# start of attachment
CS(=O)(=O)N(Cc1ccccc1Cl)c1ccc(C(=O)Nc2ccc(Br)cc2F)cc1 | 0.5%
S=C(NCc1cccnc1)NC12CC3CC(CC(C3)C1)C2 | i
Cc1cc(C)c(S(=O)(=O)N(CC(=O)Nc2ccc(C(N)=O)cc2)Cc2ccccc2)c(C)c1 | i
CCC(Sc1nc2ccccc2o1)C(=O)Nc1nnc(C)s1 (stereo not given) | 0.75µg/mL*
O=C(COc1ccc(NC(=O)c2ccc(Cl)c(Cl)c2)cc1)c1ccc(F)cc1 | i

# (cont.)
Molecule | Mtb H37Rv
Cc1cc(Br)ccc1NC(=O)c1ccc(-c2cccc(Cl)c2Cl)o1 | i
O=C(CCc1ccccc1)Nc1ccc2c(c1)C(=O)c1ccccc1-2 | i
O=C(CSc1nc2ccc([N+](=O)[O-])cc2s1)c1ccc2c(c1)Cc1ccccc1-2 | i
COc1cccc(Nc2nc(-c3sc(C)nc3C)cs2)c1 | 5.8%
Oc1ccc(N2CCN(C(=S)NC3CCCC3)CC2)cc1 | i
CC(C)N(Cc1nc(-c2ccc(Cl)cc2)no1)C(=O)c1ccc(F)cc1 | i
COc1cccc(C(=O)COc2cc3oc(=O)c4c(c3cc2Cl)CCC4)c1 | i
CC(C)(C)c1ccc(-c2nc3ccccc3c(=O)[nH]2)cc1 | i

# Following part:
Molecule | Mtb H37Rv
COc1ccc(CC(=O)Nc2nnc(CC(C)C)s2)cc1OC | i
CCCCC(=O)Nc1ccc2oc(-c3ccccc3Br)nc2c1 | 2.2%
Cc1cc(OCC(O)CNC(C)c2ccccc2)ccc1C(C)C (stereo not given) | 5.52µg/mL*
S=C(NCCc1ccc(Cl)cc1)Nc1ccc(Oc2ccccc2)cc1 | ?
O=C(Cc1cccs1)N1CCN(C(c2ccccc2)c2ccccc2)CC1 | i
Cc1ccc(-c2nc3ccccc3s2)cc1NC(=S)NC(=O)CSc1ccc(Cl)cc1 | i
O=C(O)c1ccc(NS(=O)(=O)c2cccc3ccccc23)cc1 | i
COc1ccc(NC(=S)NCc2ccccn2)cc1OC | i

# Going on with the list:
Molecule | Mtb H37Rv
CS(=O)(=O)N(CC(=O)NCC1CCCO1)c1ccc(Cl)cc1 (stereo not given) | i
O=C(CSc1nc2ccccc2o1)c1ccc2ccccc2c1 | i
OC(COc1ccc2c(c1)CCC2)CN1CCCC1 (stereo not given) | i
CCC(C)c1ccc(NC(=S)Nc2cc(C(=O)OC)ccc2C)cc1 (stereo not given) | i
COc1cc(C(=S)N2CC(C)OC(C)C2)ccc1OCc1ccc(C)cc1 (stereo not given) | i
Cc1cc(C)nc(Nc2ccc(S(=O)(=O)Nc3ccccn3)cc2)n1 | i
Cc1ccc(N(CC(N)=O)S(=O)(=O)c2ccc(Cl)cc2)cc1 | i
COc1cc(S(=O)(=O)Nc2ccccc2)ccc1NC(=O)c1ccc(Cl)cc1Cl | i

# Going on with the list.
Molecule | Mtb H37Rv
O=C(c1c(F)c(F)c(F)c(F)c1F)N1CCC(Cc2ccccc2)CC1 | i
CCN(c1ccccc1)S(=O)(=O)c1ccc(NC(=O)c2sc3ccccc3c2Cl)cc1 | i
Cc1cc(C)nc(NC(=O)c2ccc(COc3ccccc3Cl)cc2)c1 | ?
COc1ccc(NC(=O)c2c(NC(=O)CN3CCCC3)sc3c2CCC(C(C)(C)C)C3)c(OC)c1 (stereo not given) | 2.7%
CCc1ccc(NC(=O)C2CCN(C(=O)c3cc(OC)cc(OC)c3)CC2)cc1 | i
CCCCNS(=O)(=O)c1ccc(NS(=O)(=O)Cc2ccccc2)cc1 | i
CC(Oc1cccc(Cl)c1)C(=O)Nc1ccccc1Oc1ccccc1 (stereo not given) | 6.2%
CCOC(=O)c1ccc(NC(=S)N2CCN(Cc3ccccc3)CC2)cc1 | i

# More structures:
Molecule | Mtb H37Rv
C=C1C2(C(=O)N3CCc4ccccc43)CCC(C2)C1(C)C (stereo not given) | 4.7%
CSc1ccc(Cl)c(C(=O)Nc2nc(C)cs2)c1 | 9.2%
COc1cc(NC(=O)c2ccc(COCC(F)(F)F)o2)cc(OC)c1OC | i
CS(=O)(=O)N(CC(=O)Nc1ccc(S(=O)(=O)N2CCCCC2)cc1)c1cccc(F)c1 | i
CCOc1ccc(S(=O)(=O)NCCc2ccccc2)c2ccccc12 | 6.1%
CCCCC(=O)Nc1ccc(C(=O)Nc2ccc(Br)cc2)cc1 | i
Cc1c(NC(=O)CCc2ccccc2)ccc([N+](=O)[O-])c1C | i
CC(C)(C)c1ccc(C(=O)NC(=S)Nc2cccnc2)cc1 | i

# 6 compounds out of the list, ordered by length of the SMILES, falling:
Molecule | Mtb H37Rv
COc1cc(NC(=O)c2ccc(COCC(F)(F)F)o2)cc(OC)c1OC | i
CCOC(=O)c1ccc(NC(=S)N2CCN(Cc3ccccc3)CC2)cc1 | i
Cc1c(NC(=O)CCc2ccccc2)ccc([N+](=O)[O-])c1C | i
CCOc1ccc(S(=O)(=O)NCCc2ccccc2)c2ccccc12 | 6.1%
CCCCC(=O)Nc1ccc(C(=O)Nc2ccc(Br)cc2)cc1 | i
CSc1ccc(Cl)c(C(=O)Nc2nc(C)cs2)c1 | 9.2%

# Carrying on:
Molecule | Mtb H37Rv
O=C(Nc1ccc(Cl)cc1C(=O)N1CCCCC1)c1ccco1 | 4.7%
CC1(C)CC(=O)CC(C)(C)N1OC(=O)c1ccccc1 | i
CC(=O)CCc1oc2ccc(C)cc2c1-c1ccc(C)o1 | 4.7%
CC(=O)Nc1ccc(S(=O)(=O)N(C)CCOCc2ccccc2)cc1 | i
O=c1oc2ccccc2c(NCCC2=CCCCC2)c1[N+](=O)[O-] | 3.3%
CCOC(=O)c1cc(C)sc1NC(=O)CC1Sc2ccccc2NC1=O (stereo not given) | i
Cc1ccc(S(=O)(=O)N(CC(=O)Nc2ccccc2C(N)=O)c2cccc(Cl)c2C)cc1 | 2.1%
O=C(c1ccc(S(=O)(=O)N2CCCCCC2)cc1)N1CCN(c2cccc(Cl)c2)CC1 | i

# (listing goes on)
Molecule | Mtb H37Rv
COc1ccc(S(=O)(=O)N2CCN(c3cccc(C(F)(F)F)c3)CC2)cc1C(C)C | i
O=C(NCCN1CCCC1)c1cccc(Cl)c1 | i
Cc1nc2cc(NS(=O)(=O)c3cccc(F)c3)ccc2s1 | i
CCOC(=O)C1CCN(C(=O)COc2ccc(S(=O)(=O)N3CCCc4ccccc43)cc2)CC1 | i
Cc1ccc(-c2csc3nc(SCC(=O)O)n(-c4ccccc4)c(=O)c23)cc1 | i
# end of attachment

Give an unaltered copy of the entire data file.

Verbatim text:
CS(=O)(=O)N(Cc1ccccc1Cl)c1ccc(C(=O)Nc2ccc(Br)cc2F)cc1 | 0.5%
S=C(NCc1cccnc1)NC12CC3CC(CC(C3)C1)C2 | i
Cc1cc(C)c(S(=O)(=O)N(CC(=O)Nc2ccc(C(N)=O)cc2)Cc2ccccc2)c(C)c1 | i
CCC(Sc1nc2ccccc2o1)C(=O)Nc1nnc(C)s1 (stereo not given) | 0.75µg/mL*
O=C(COc1ccc(NC(=O)c2ccc(Cl)c(Cl)c2)cc1)c1ccc(F)cc1 | i

# (cont.)
Molecule | Mtb H37Rv
Cc1cc(Br)ccc1NC(=O)c1ccc(-c2cccc(Cl)c2Cl)o1 | i
O=C(CCc1ccccc1)Nc1ccc2c(c1)C(=O)c1ccccc1-2 | i
O=C(CSc1nc2ccc([N+](=O)[O-])cc2s1)c1ccc2c(c1)Cc1ccccc1-2 | i
COc1cccc(Nc2nc(-c3sc(C)nc3C)cs2)c1 | 5.8%
Oc1ccc(N2CCN(C(=S)NC3CCCC3)CC2)cc1 | i
CC(C)N(Cc1nc(-c2ccc(Cl)cc2)no1)C(=O)c1ccc(F)cc1 | i
COc1cccc(C(=O)COc2cc3oc(=O)c4c(c3cc2Cl)CCC4)c1 | i
CC(C)(C)c1ccc(-c2nc3ccccc3c(=O)[nH]2)cc1 | i

# Following part:
Molecule | Mtb H37Rv
COc1ccc(CC(=O)Nc2nnc(CC(C)C)s2)cc1OC | i
CCCCC(=O)Nc1ccc2oc(-c3ccccc3Br)nc2c1 | 2.2%
Cc1cc(OCC(O)CNC(C)c2ccccc2)ccc1C(C)C (stereo not given) | 5.52µg/mL*
S=C(NCCc1ccc(Cl)cc1)Nc1ccc(Oc2ccccc2)cc1 | ?
O=C(Cc1cccs1)N1CCN(C(c2ccccc2)c2ccccc2)CC1 | i
Cc1ccc(-c2nc3ccccc3s2)cc1NC(=S)NC(=O)CSc1ccc(Cl)cc1 | i
O=C(O)c1ccc(NS(=O)(=O)c2cccc3ccccc23)cc1 | i
COc1ccc(NC(=S)NCc2ccccn2)cc1OC | i

# Going on with the list:
Molecule | Mtb H37Rv
CS(=O)(=O)N(CC(=O)NCC1CCCO1)c1ccc(Cl)cc1 (stereo not given) | i
O=C(CSc1nc2ccccc2o1)c1ccc2ccccc2c1 | i
OC(COc1ccc2c(c1)CCC2)CN1CCCC1 (stereo not given) | i
CCC(C)c1ccc(NC(=S)Nc2cc(C(=O)OC)ccc2C)cc1 (stereo not given) | i
COc1cc(C(=S)N2CC(C)OC(C)C2)ccc1OCc1ccc(C)cc1 (stereo not given) | i
Cc1cc(C)nc(Nc2ccc(S(=O)(=O)Nc3ccccn3)cc2)n1 | i
Cc1ccc(N(CC(N)=O)S(=O)(=O)c2ccc(Cl)cc2)cc1 | i
COc1cc(S(=O)(=O)Nc2ccccc2)ccc1NC(=O)c1ccc(Cl)cc1Cl | i

# Going on with the list.
Molecule | Mtb H37Rv
O=C(c1c(F)c(F)c(F)c(F)c1F)N1CCC(Cc2ccccc2)CC1 | i
CCN(c1ccccc1)S(=O)(=O)c1ccc(NC(=O)c2sc3ccccc3c2Cl)cc1 | i
Cc1cc(C)nc(NC(=O)c2ccc(COc3ccccc3Cl)cc2)c1 | ?
COc1ccc(NC(=O)c2c(NC(=O)CN3CCCC3)sc3c2CCC(C(C)(C)C)C3)c(OC)c1 (stereo not given) | 2.7%
CCc1ccc(NC(=O)C2CCN(C(=O)c3cc(OC)cc(OC)c3)CC2)cc1 | i
CCCCNS(=O)(=O)c1ccc(NS(=O)(=O)Cc2ccccc2)cc1 | i
CC(Oc1cccc(Cl)c1)C(=O)Nc1ccccc1Oc1ccccc1 (stereo not given) | 6.2%
CCOC(=O)c1ccc(NC(=S)N2CCN(Cc3ccccc3)CC2)cc1 | i

# More structures:
Molecule | Mtb H37Rv
C=C1C2(C(=O)N3CCc4ccccc43)CCC(C2)C1(C)C (stereo not given) | 4.7%
CSc1ccc(Cl)c(C(=O)Nc2nc(C)cs2)c1 | 9.2%
COc1cc(NC(=O)c2ccc(COCC(F)(F)F)o2)cc(OC)c1OC | i
CS(=O)(=O)N(CC(=O)Nc1ccc(S(=O)(=O)N2CCCCC2)cc1)c1cccc(F)c1 | i
CCOc1ccc(S(=O)(=O)NCCc2ccccc2)c2ccccc12 | 6.1%
CCCCC(=O)Nc1ccc(C(=O)Nc2ccc(Br)cc2)cc1 | i
Cc1c(NC(=O)CCc2ccccc2)ccc([N+](=O)[O-])c1C | i
CC(C)(C)c1ccc(C(=O)NC(=S)Nc2cccnc2)cc1 | i

# 6 compounds out of the list, ordered by length of the SMILES, falling:
Molecule | Mtb H37Rv
COc1cc(NC(=O)c2ccc(COCC(F)(F)F)o2)cc(OC)c1OC | i
CCOC(=O)c1ccc(NC(=S)N2CCN(Cc3ccccc3)CC2)cc1 | i
Cc1c(NC(=O)CCc2ccccc2)ccc([N+](=O)[O-])c1C | i
CCOc1ccc(S(=O)(=O)NCCc2ccccc2)c2ccccc12 | 6.1%
CCCCC(=O)Nc1ccc(C(=O)Nc2ccc(Br)cc2)cc1 | i
CSc1ccc(Cl)c(C(=O)Nc2nc(C)cs2)c1 | 9.2%

# Carrying on:
Molecule | Mtb H37Rv
O=C(Nc1ccc(Cl)cc1C(=O)N1CCCCC1)c1ccco1 | 4.7%
CC1(C)CC(=O)CC(C)(C)N1OC(=O)c1ccccc1 | i
CC(=O)CCc1oc2ccc(C)cc2c1-c1ccc(C)o1 | 4.7%
CC(=O)Nc1ccc(S(=O)(=O)N(C)CCOCc2ccccc2)cc1 | i
O=c1oc2ccccc2c(NCCC2=CCCCC2)c1[N+](=O)[O-] | 3.3%
CCOC(=O)c1cc(C)sc1NC(=O)CC1Sc2ccccc2NC1=O (stereo not given) | i
Cc1ccc(S(=O)(=O)N(CC(=O)Nc2ccccc2C(N)=O)c2cccc(Cl)c2C)cc1 | 2.1%
O=C(c1ccc(S(=O)(=O)N2CCCCCC2)cc1)N1CCN(c2cccc(Cl)c2)CC1 | i

# (listing goes on)
Molecule | Mtb H37Rv
COc1ccc(S(=O)(=O)N2CCN(c3cccc(C(F)(F)F)c3)CC2)cc1C(C)C | i
O=C(NCCN1CCCC1)c1cccc(Cl)c1 | i
Cc1nc2cc(NS(=O)(=O)c3cccc(F)c3)ccc2s1 | i
CCOC(=O)C1CCN(C(=O)COc2ccc(S(=O)(=O)N3CCCc4ccccc43)cc2)CC1 | i
Cc1ccc(-c2csc3nc(SCC(=O)O)n(-c4ccccc4)c(=O)c23)cc1 | i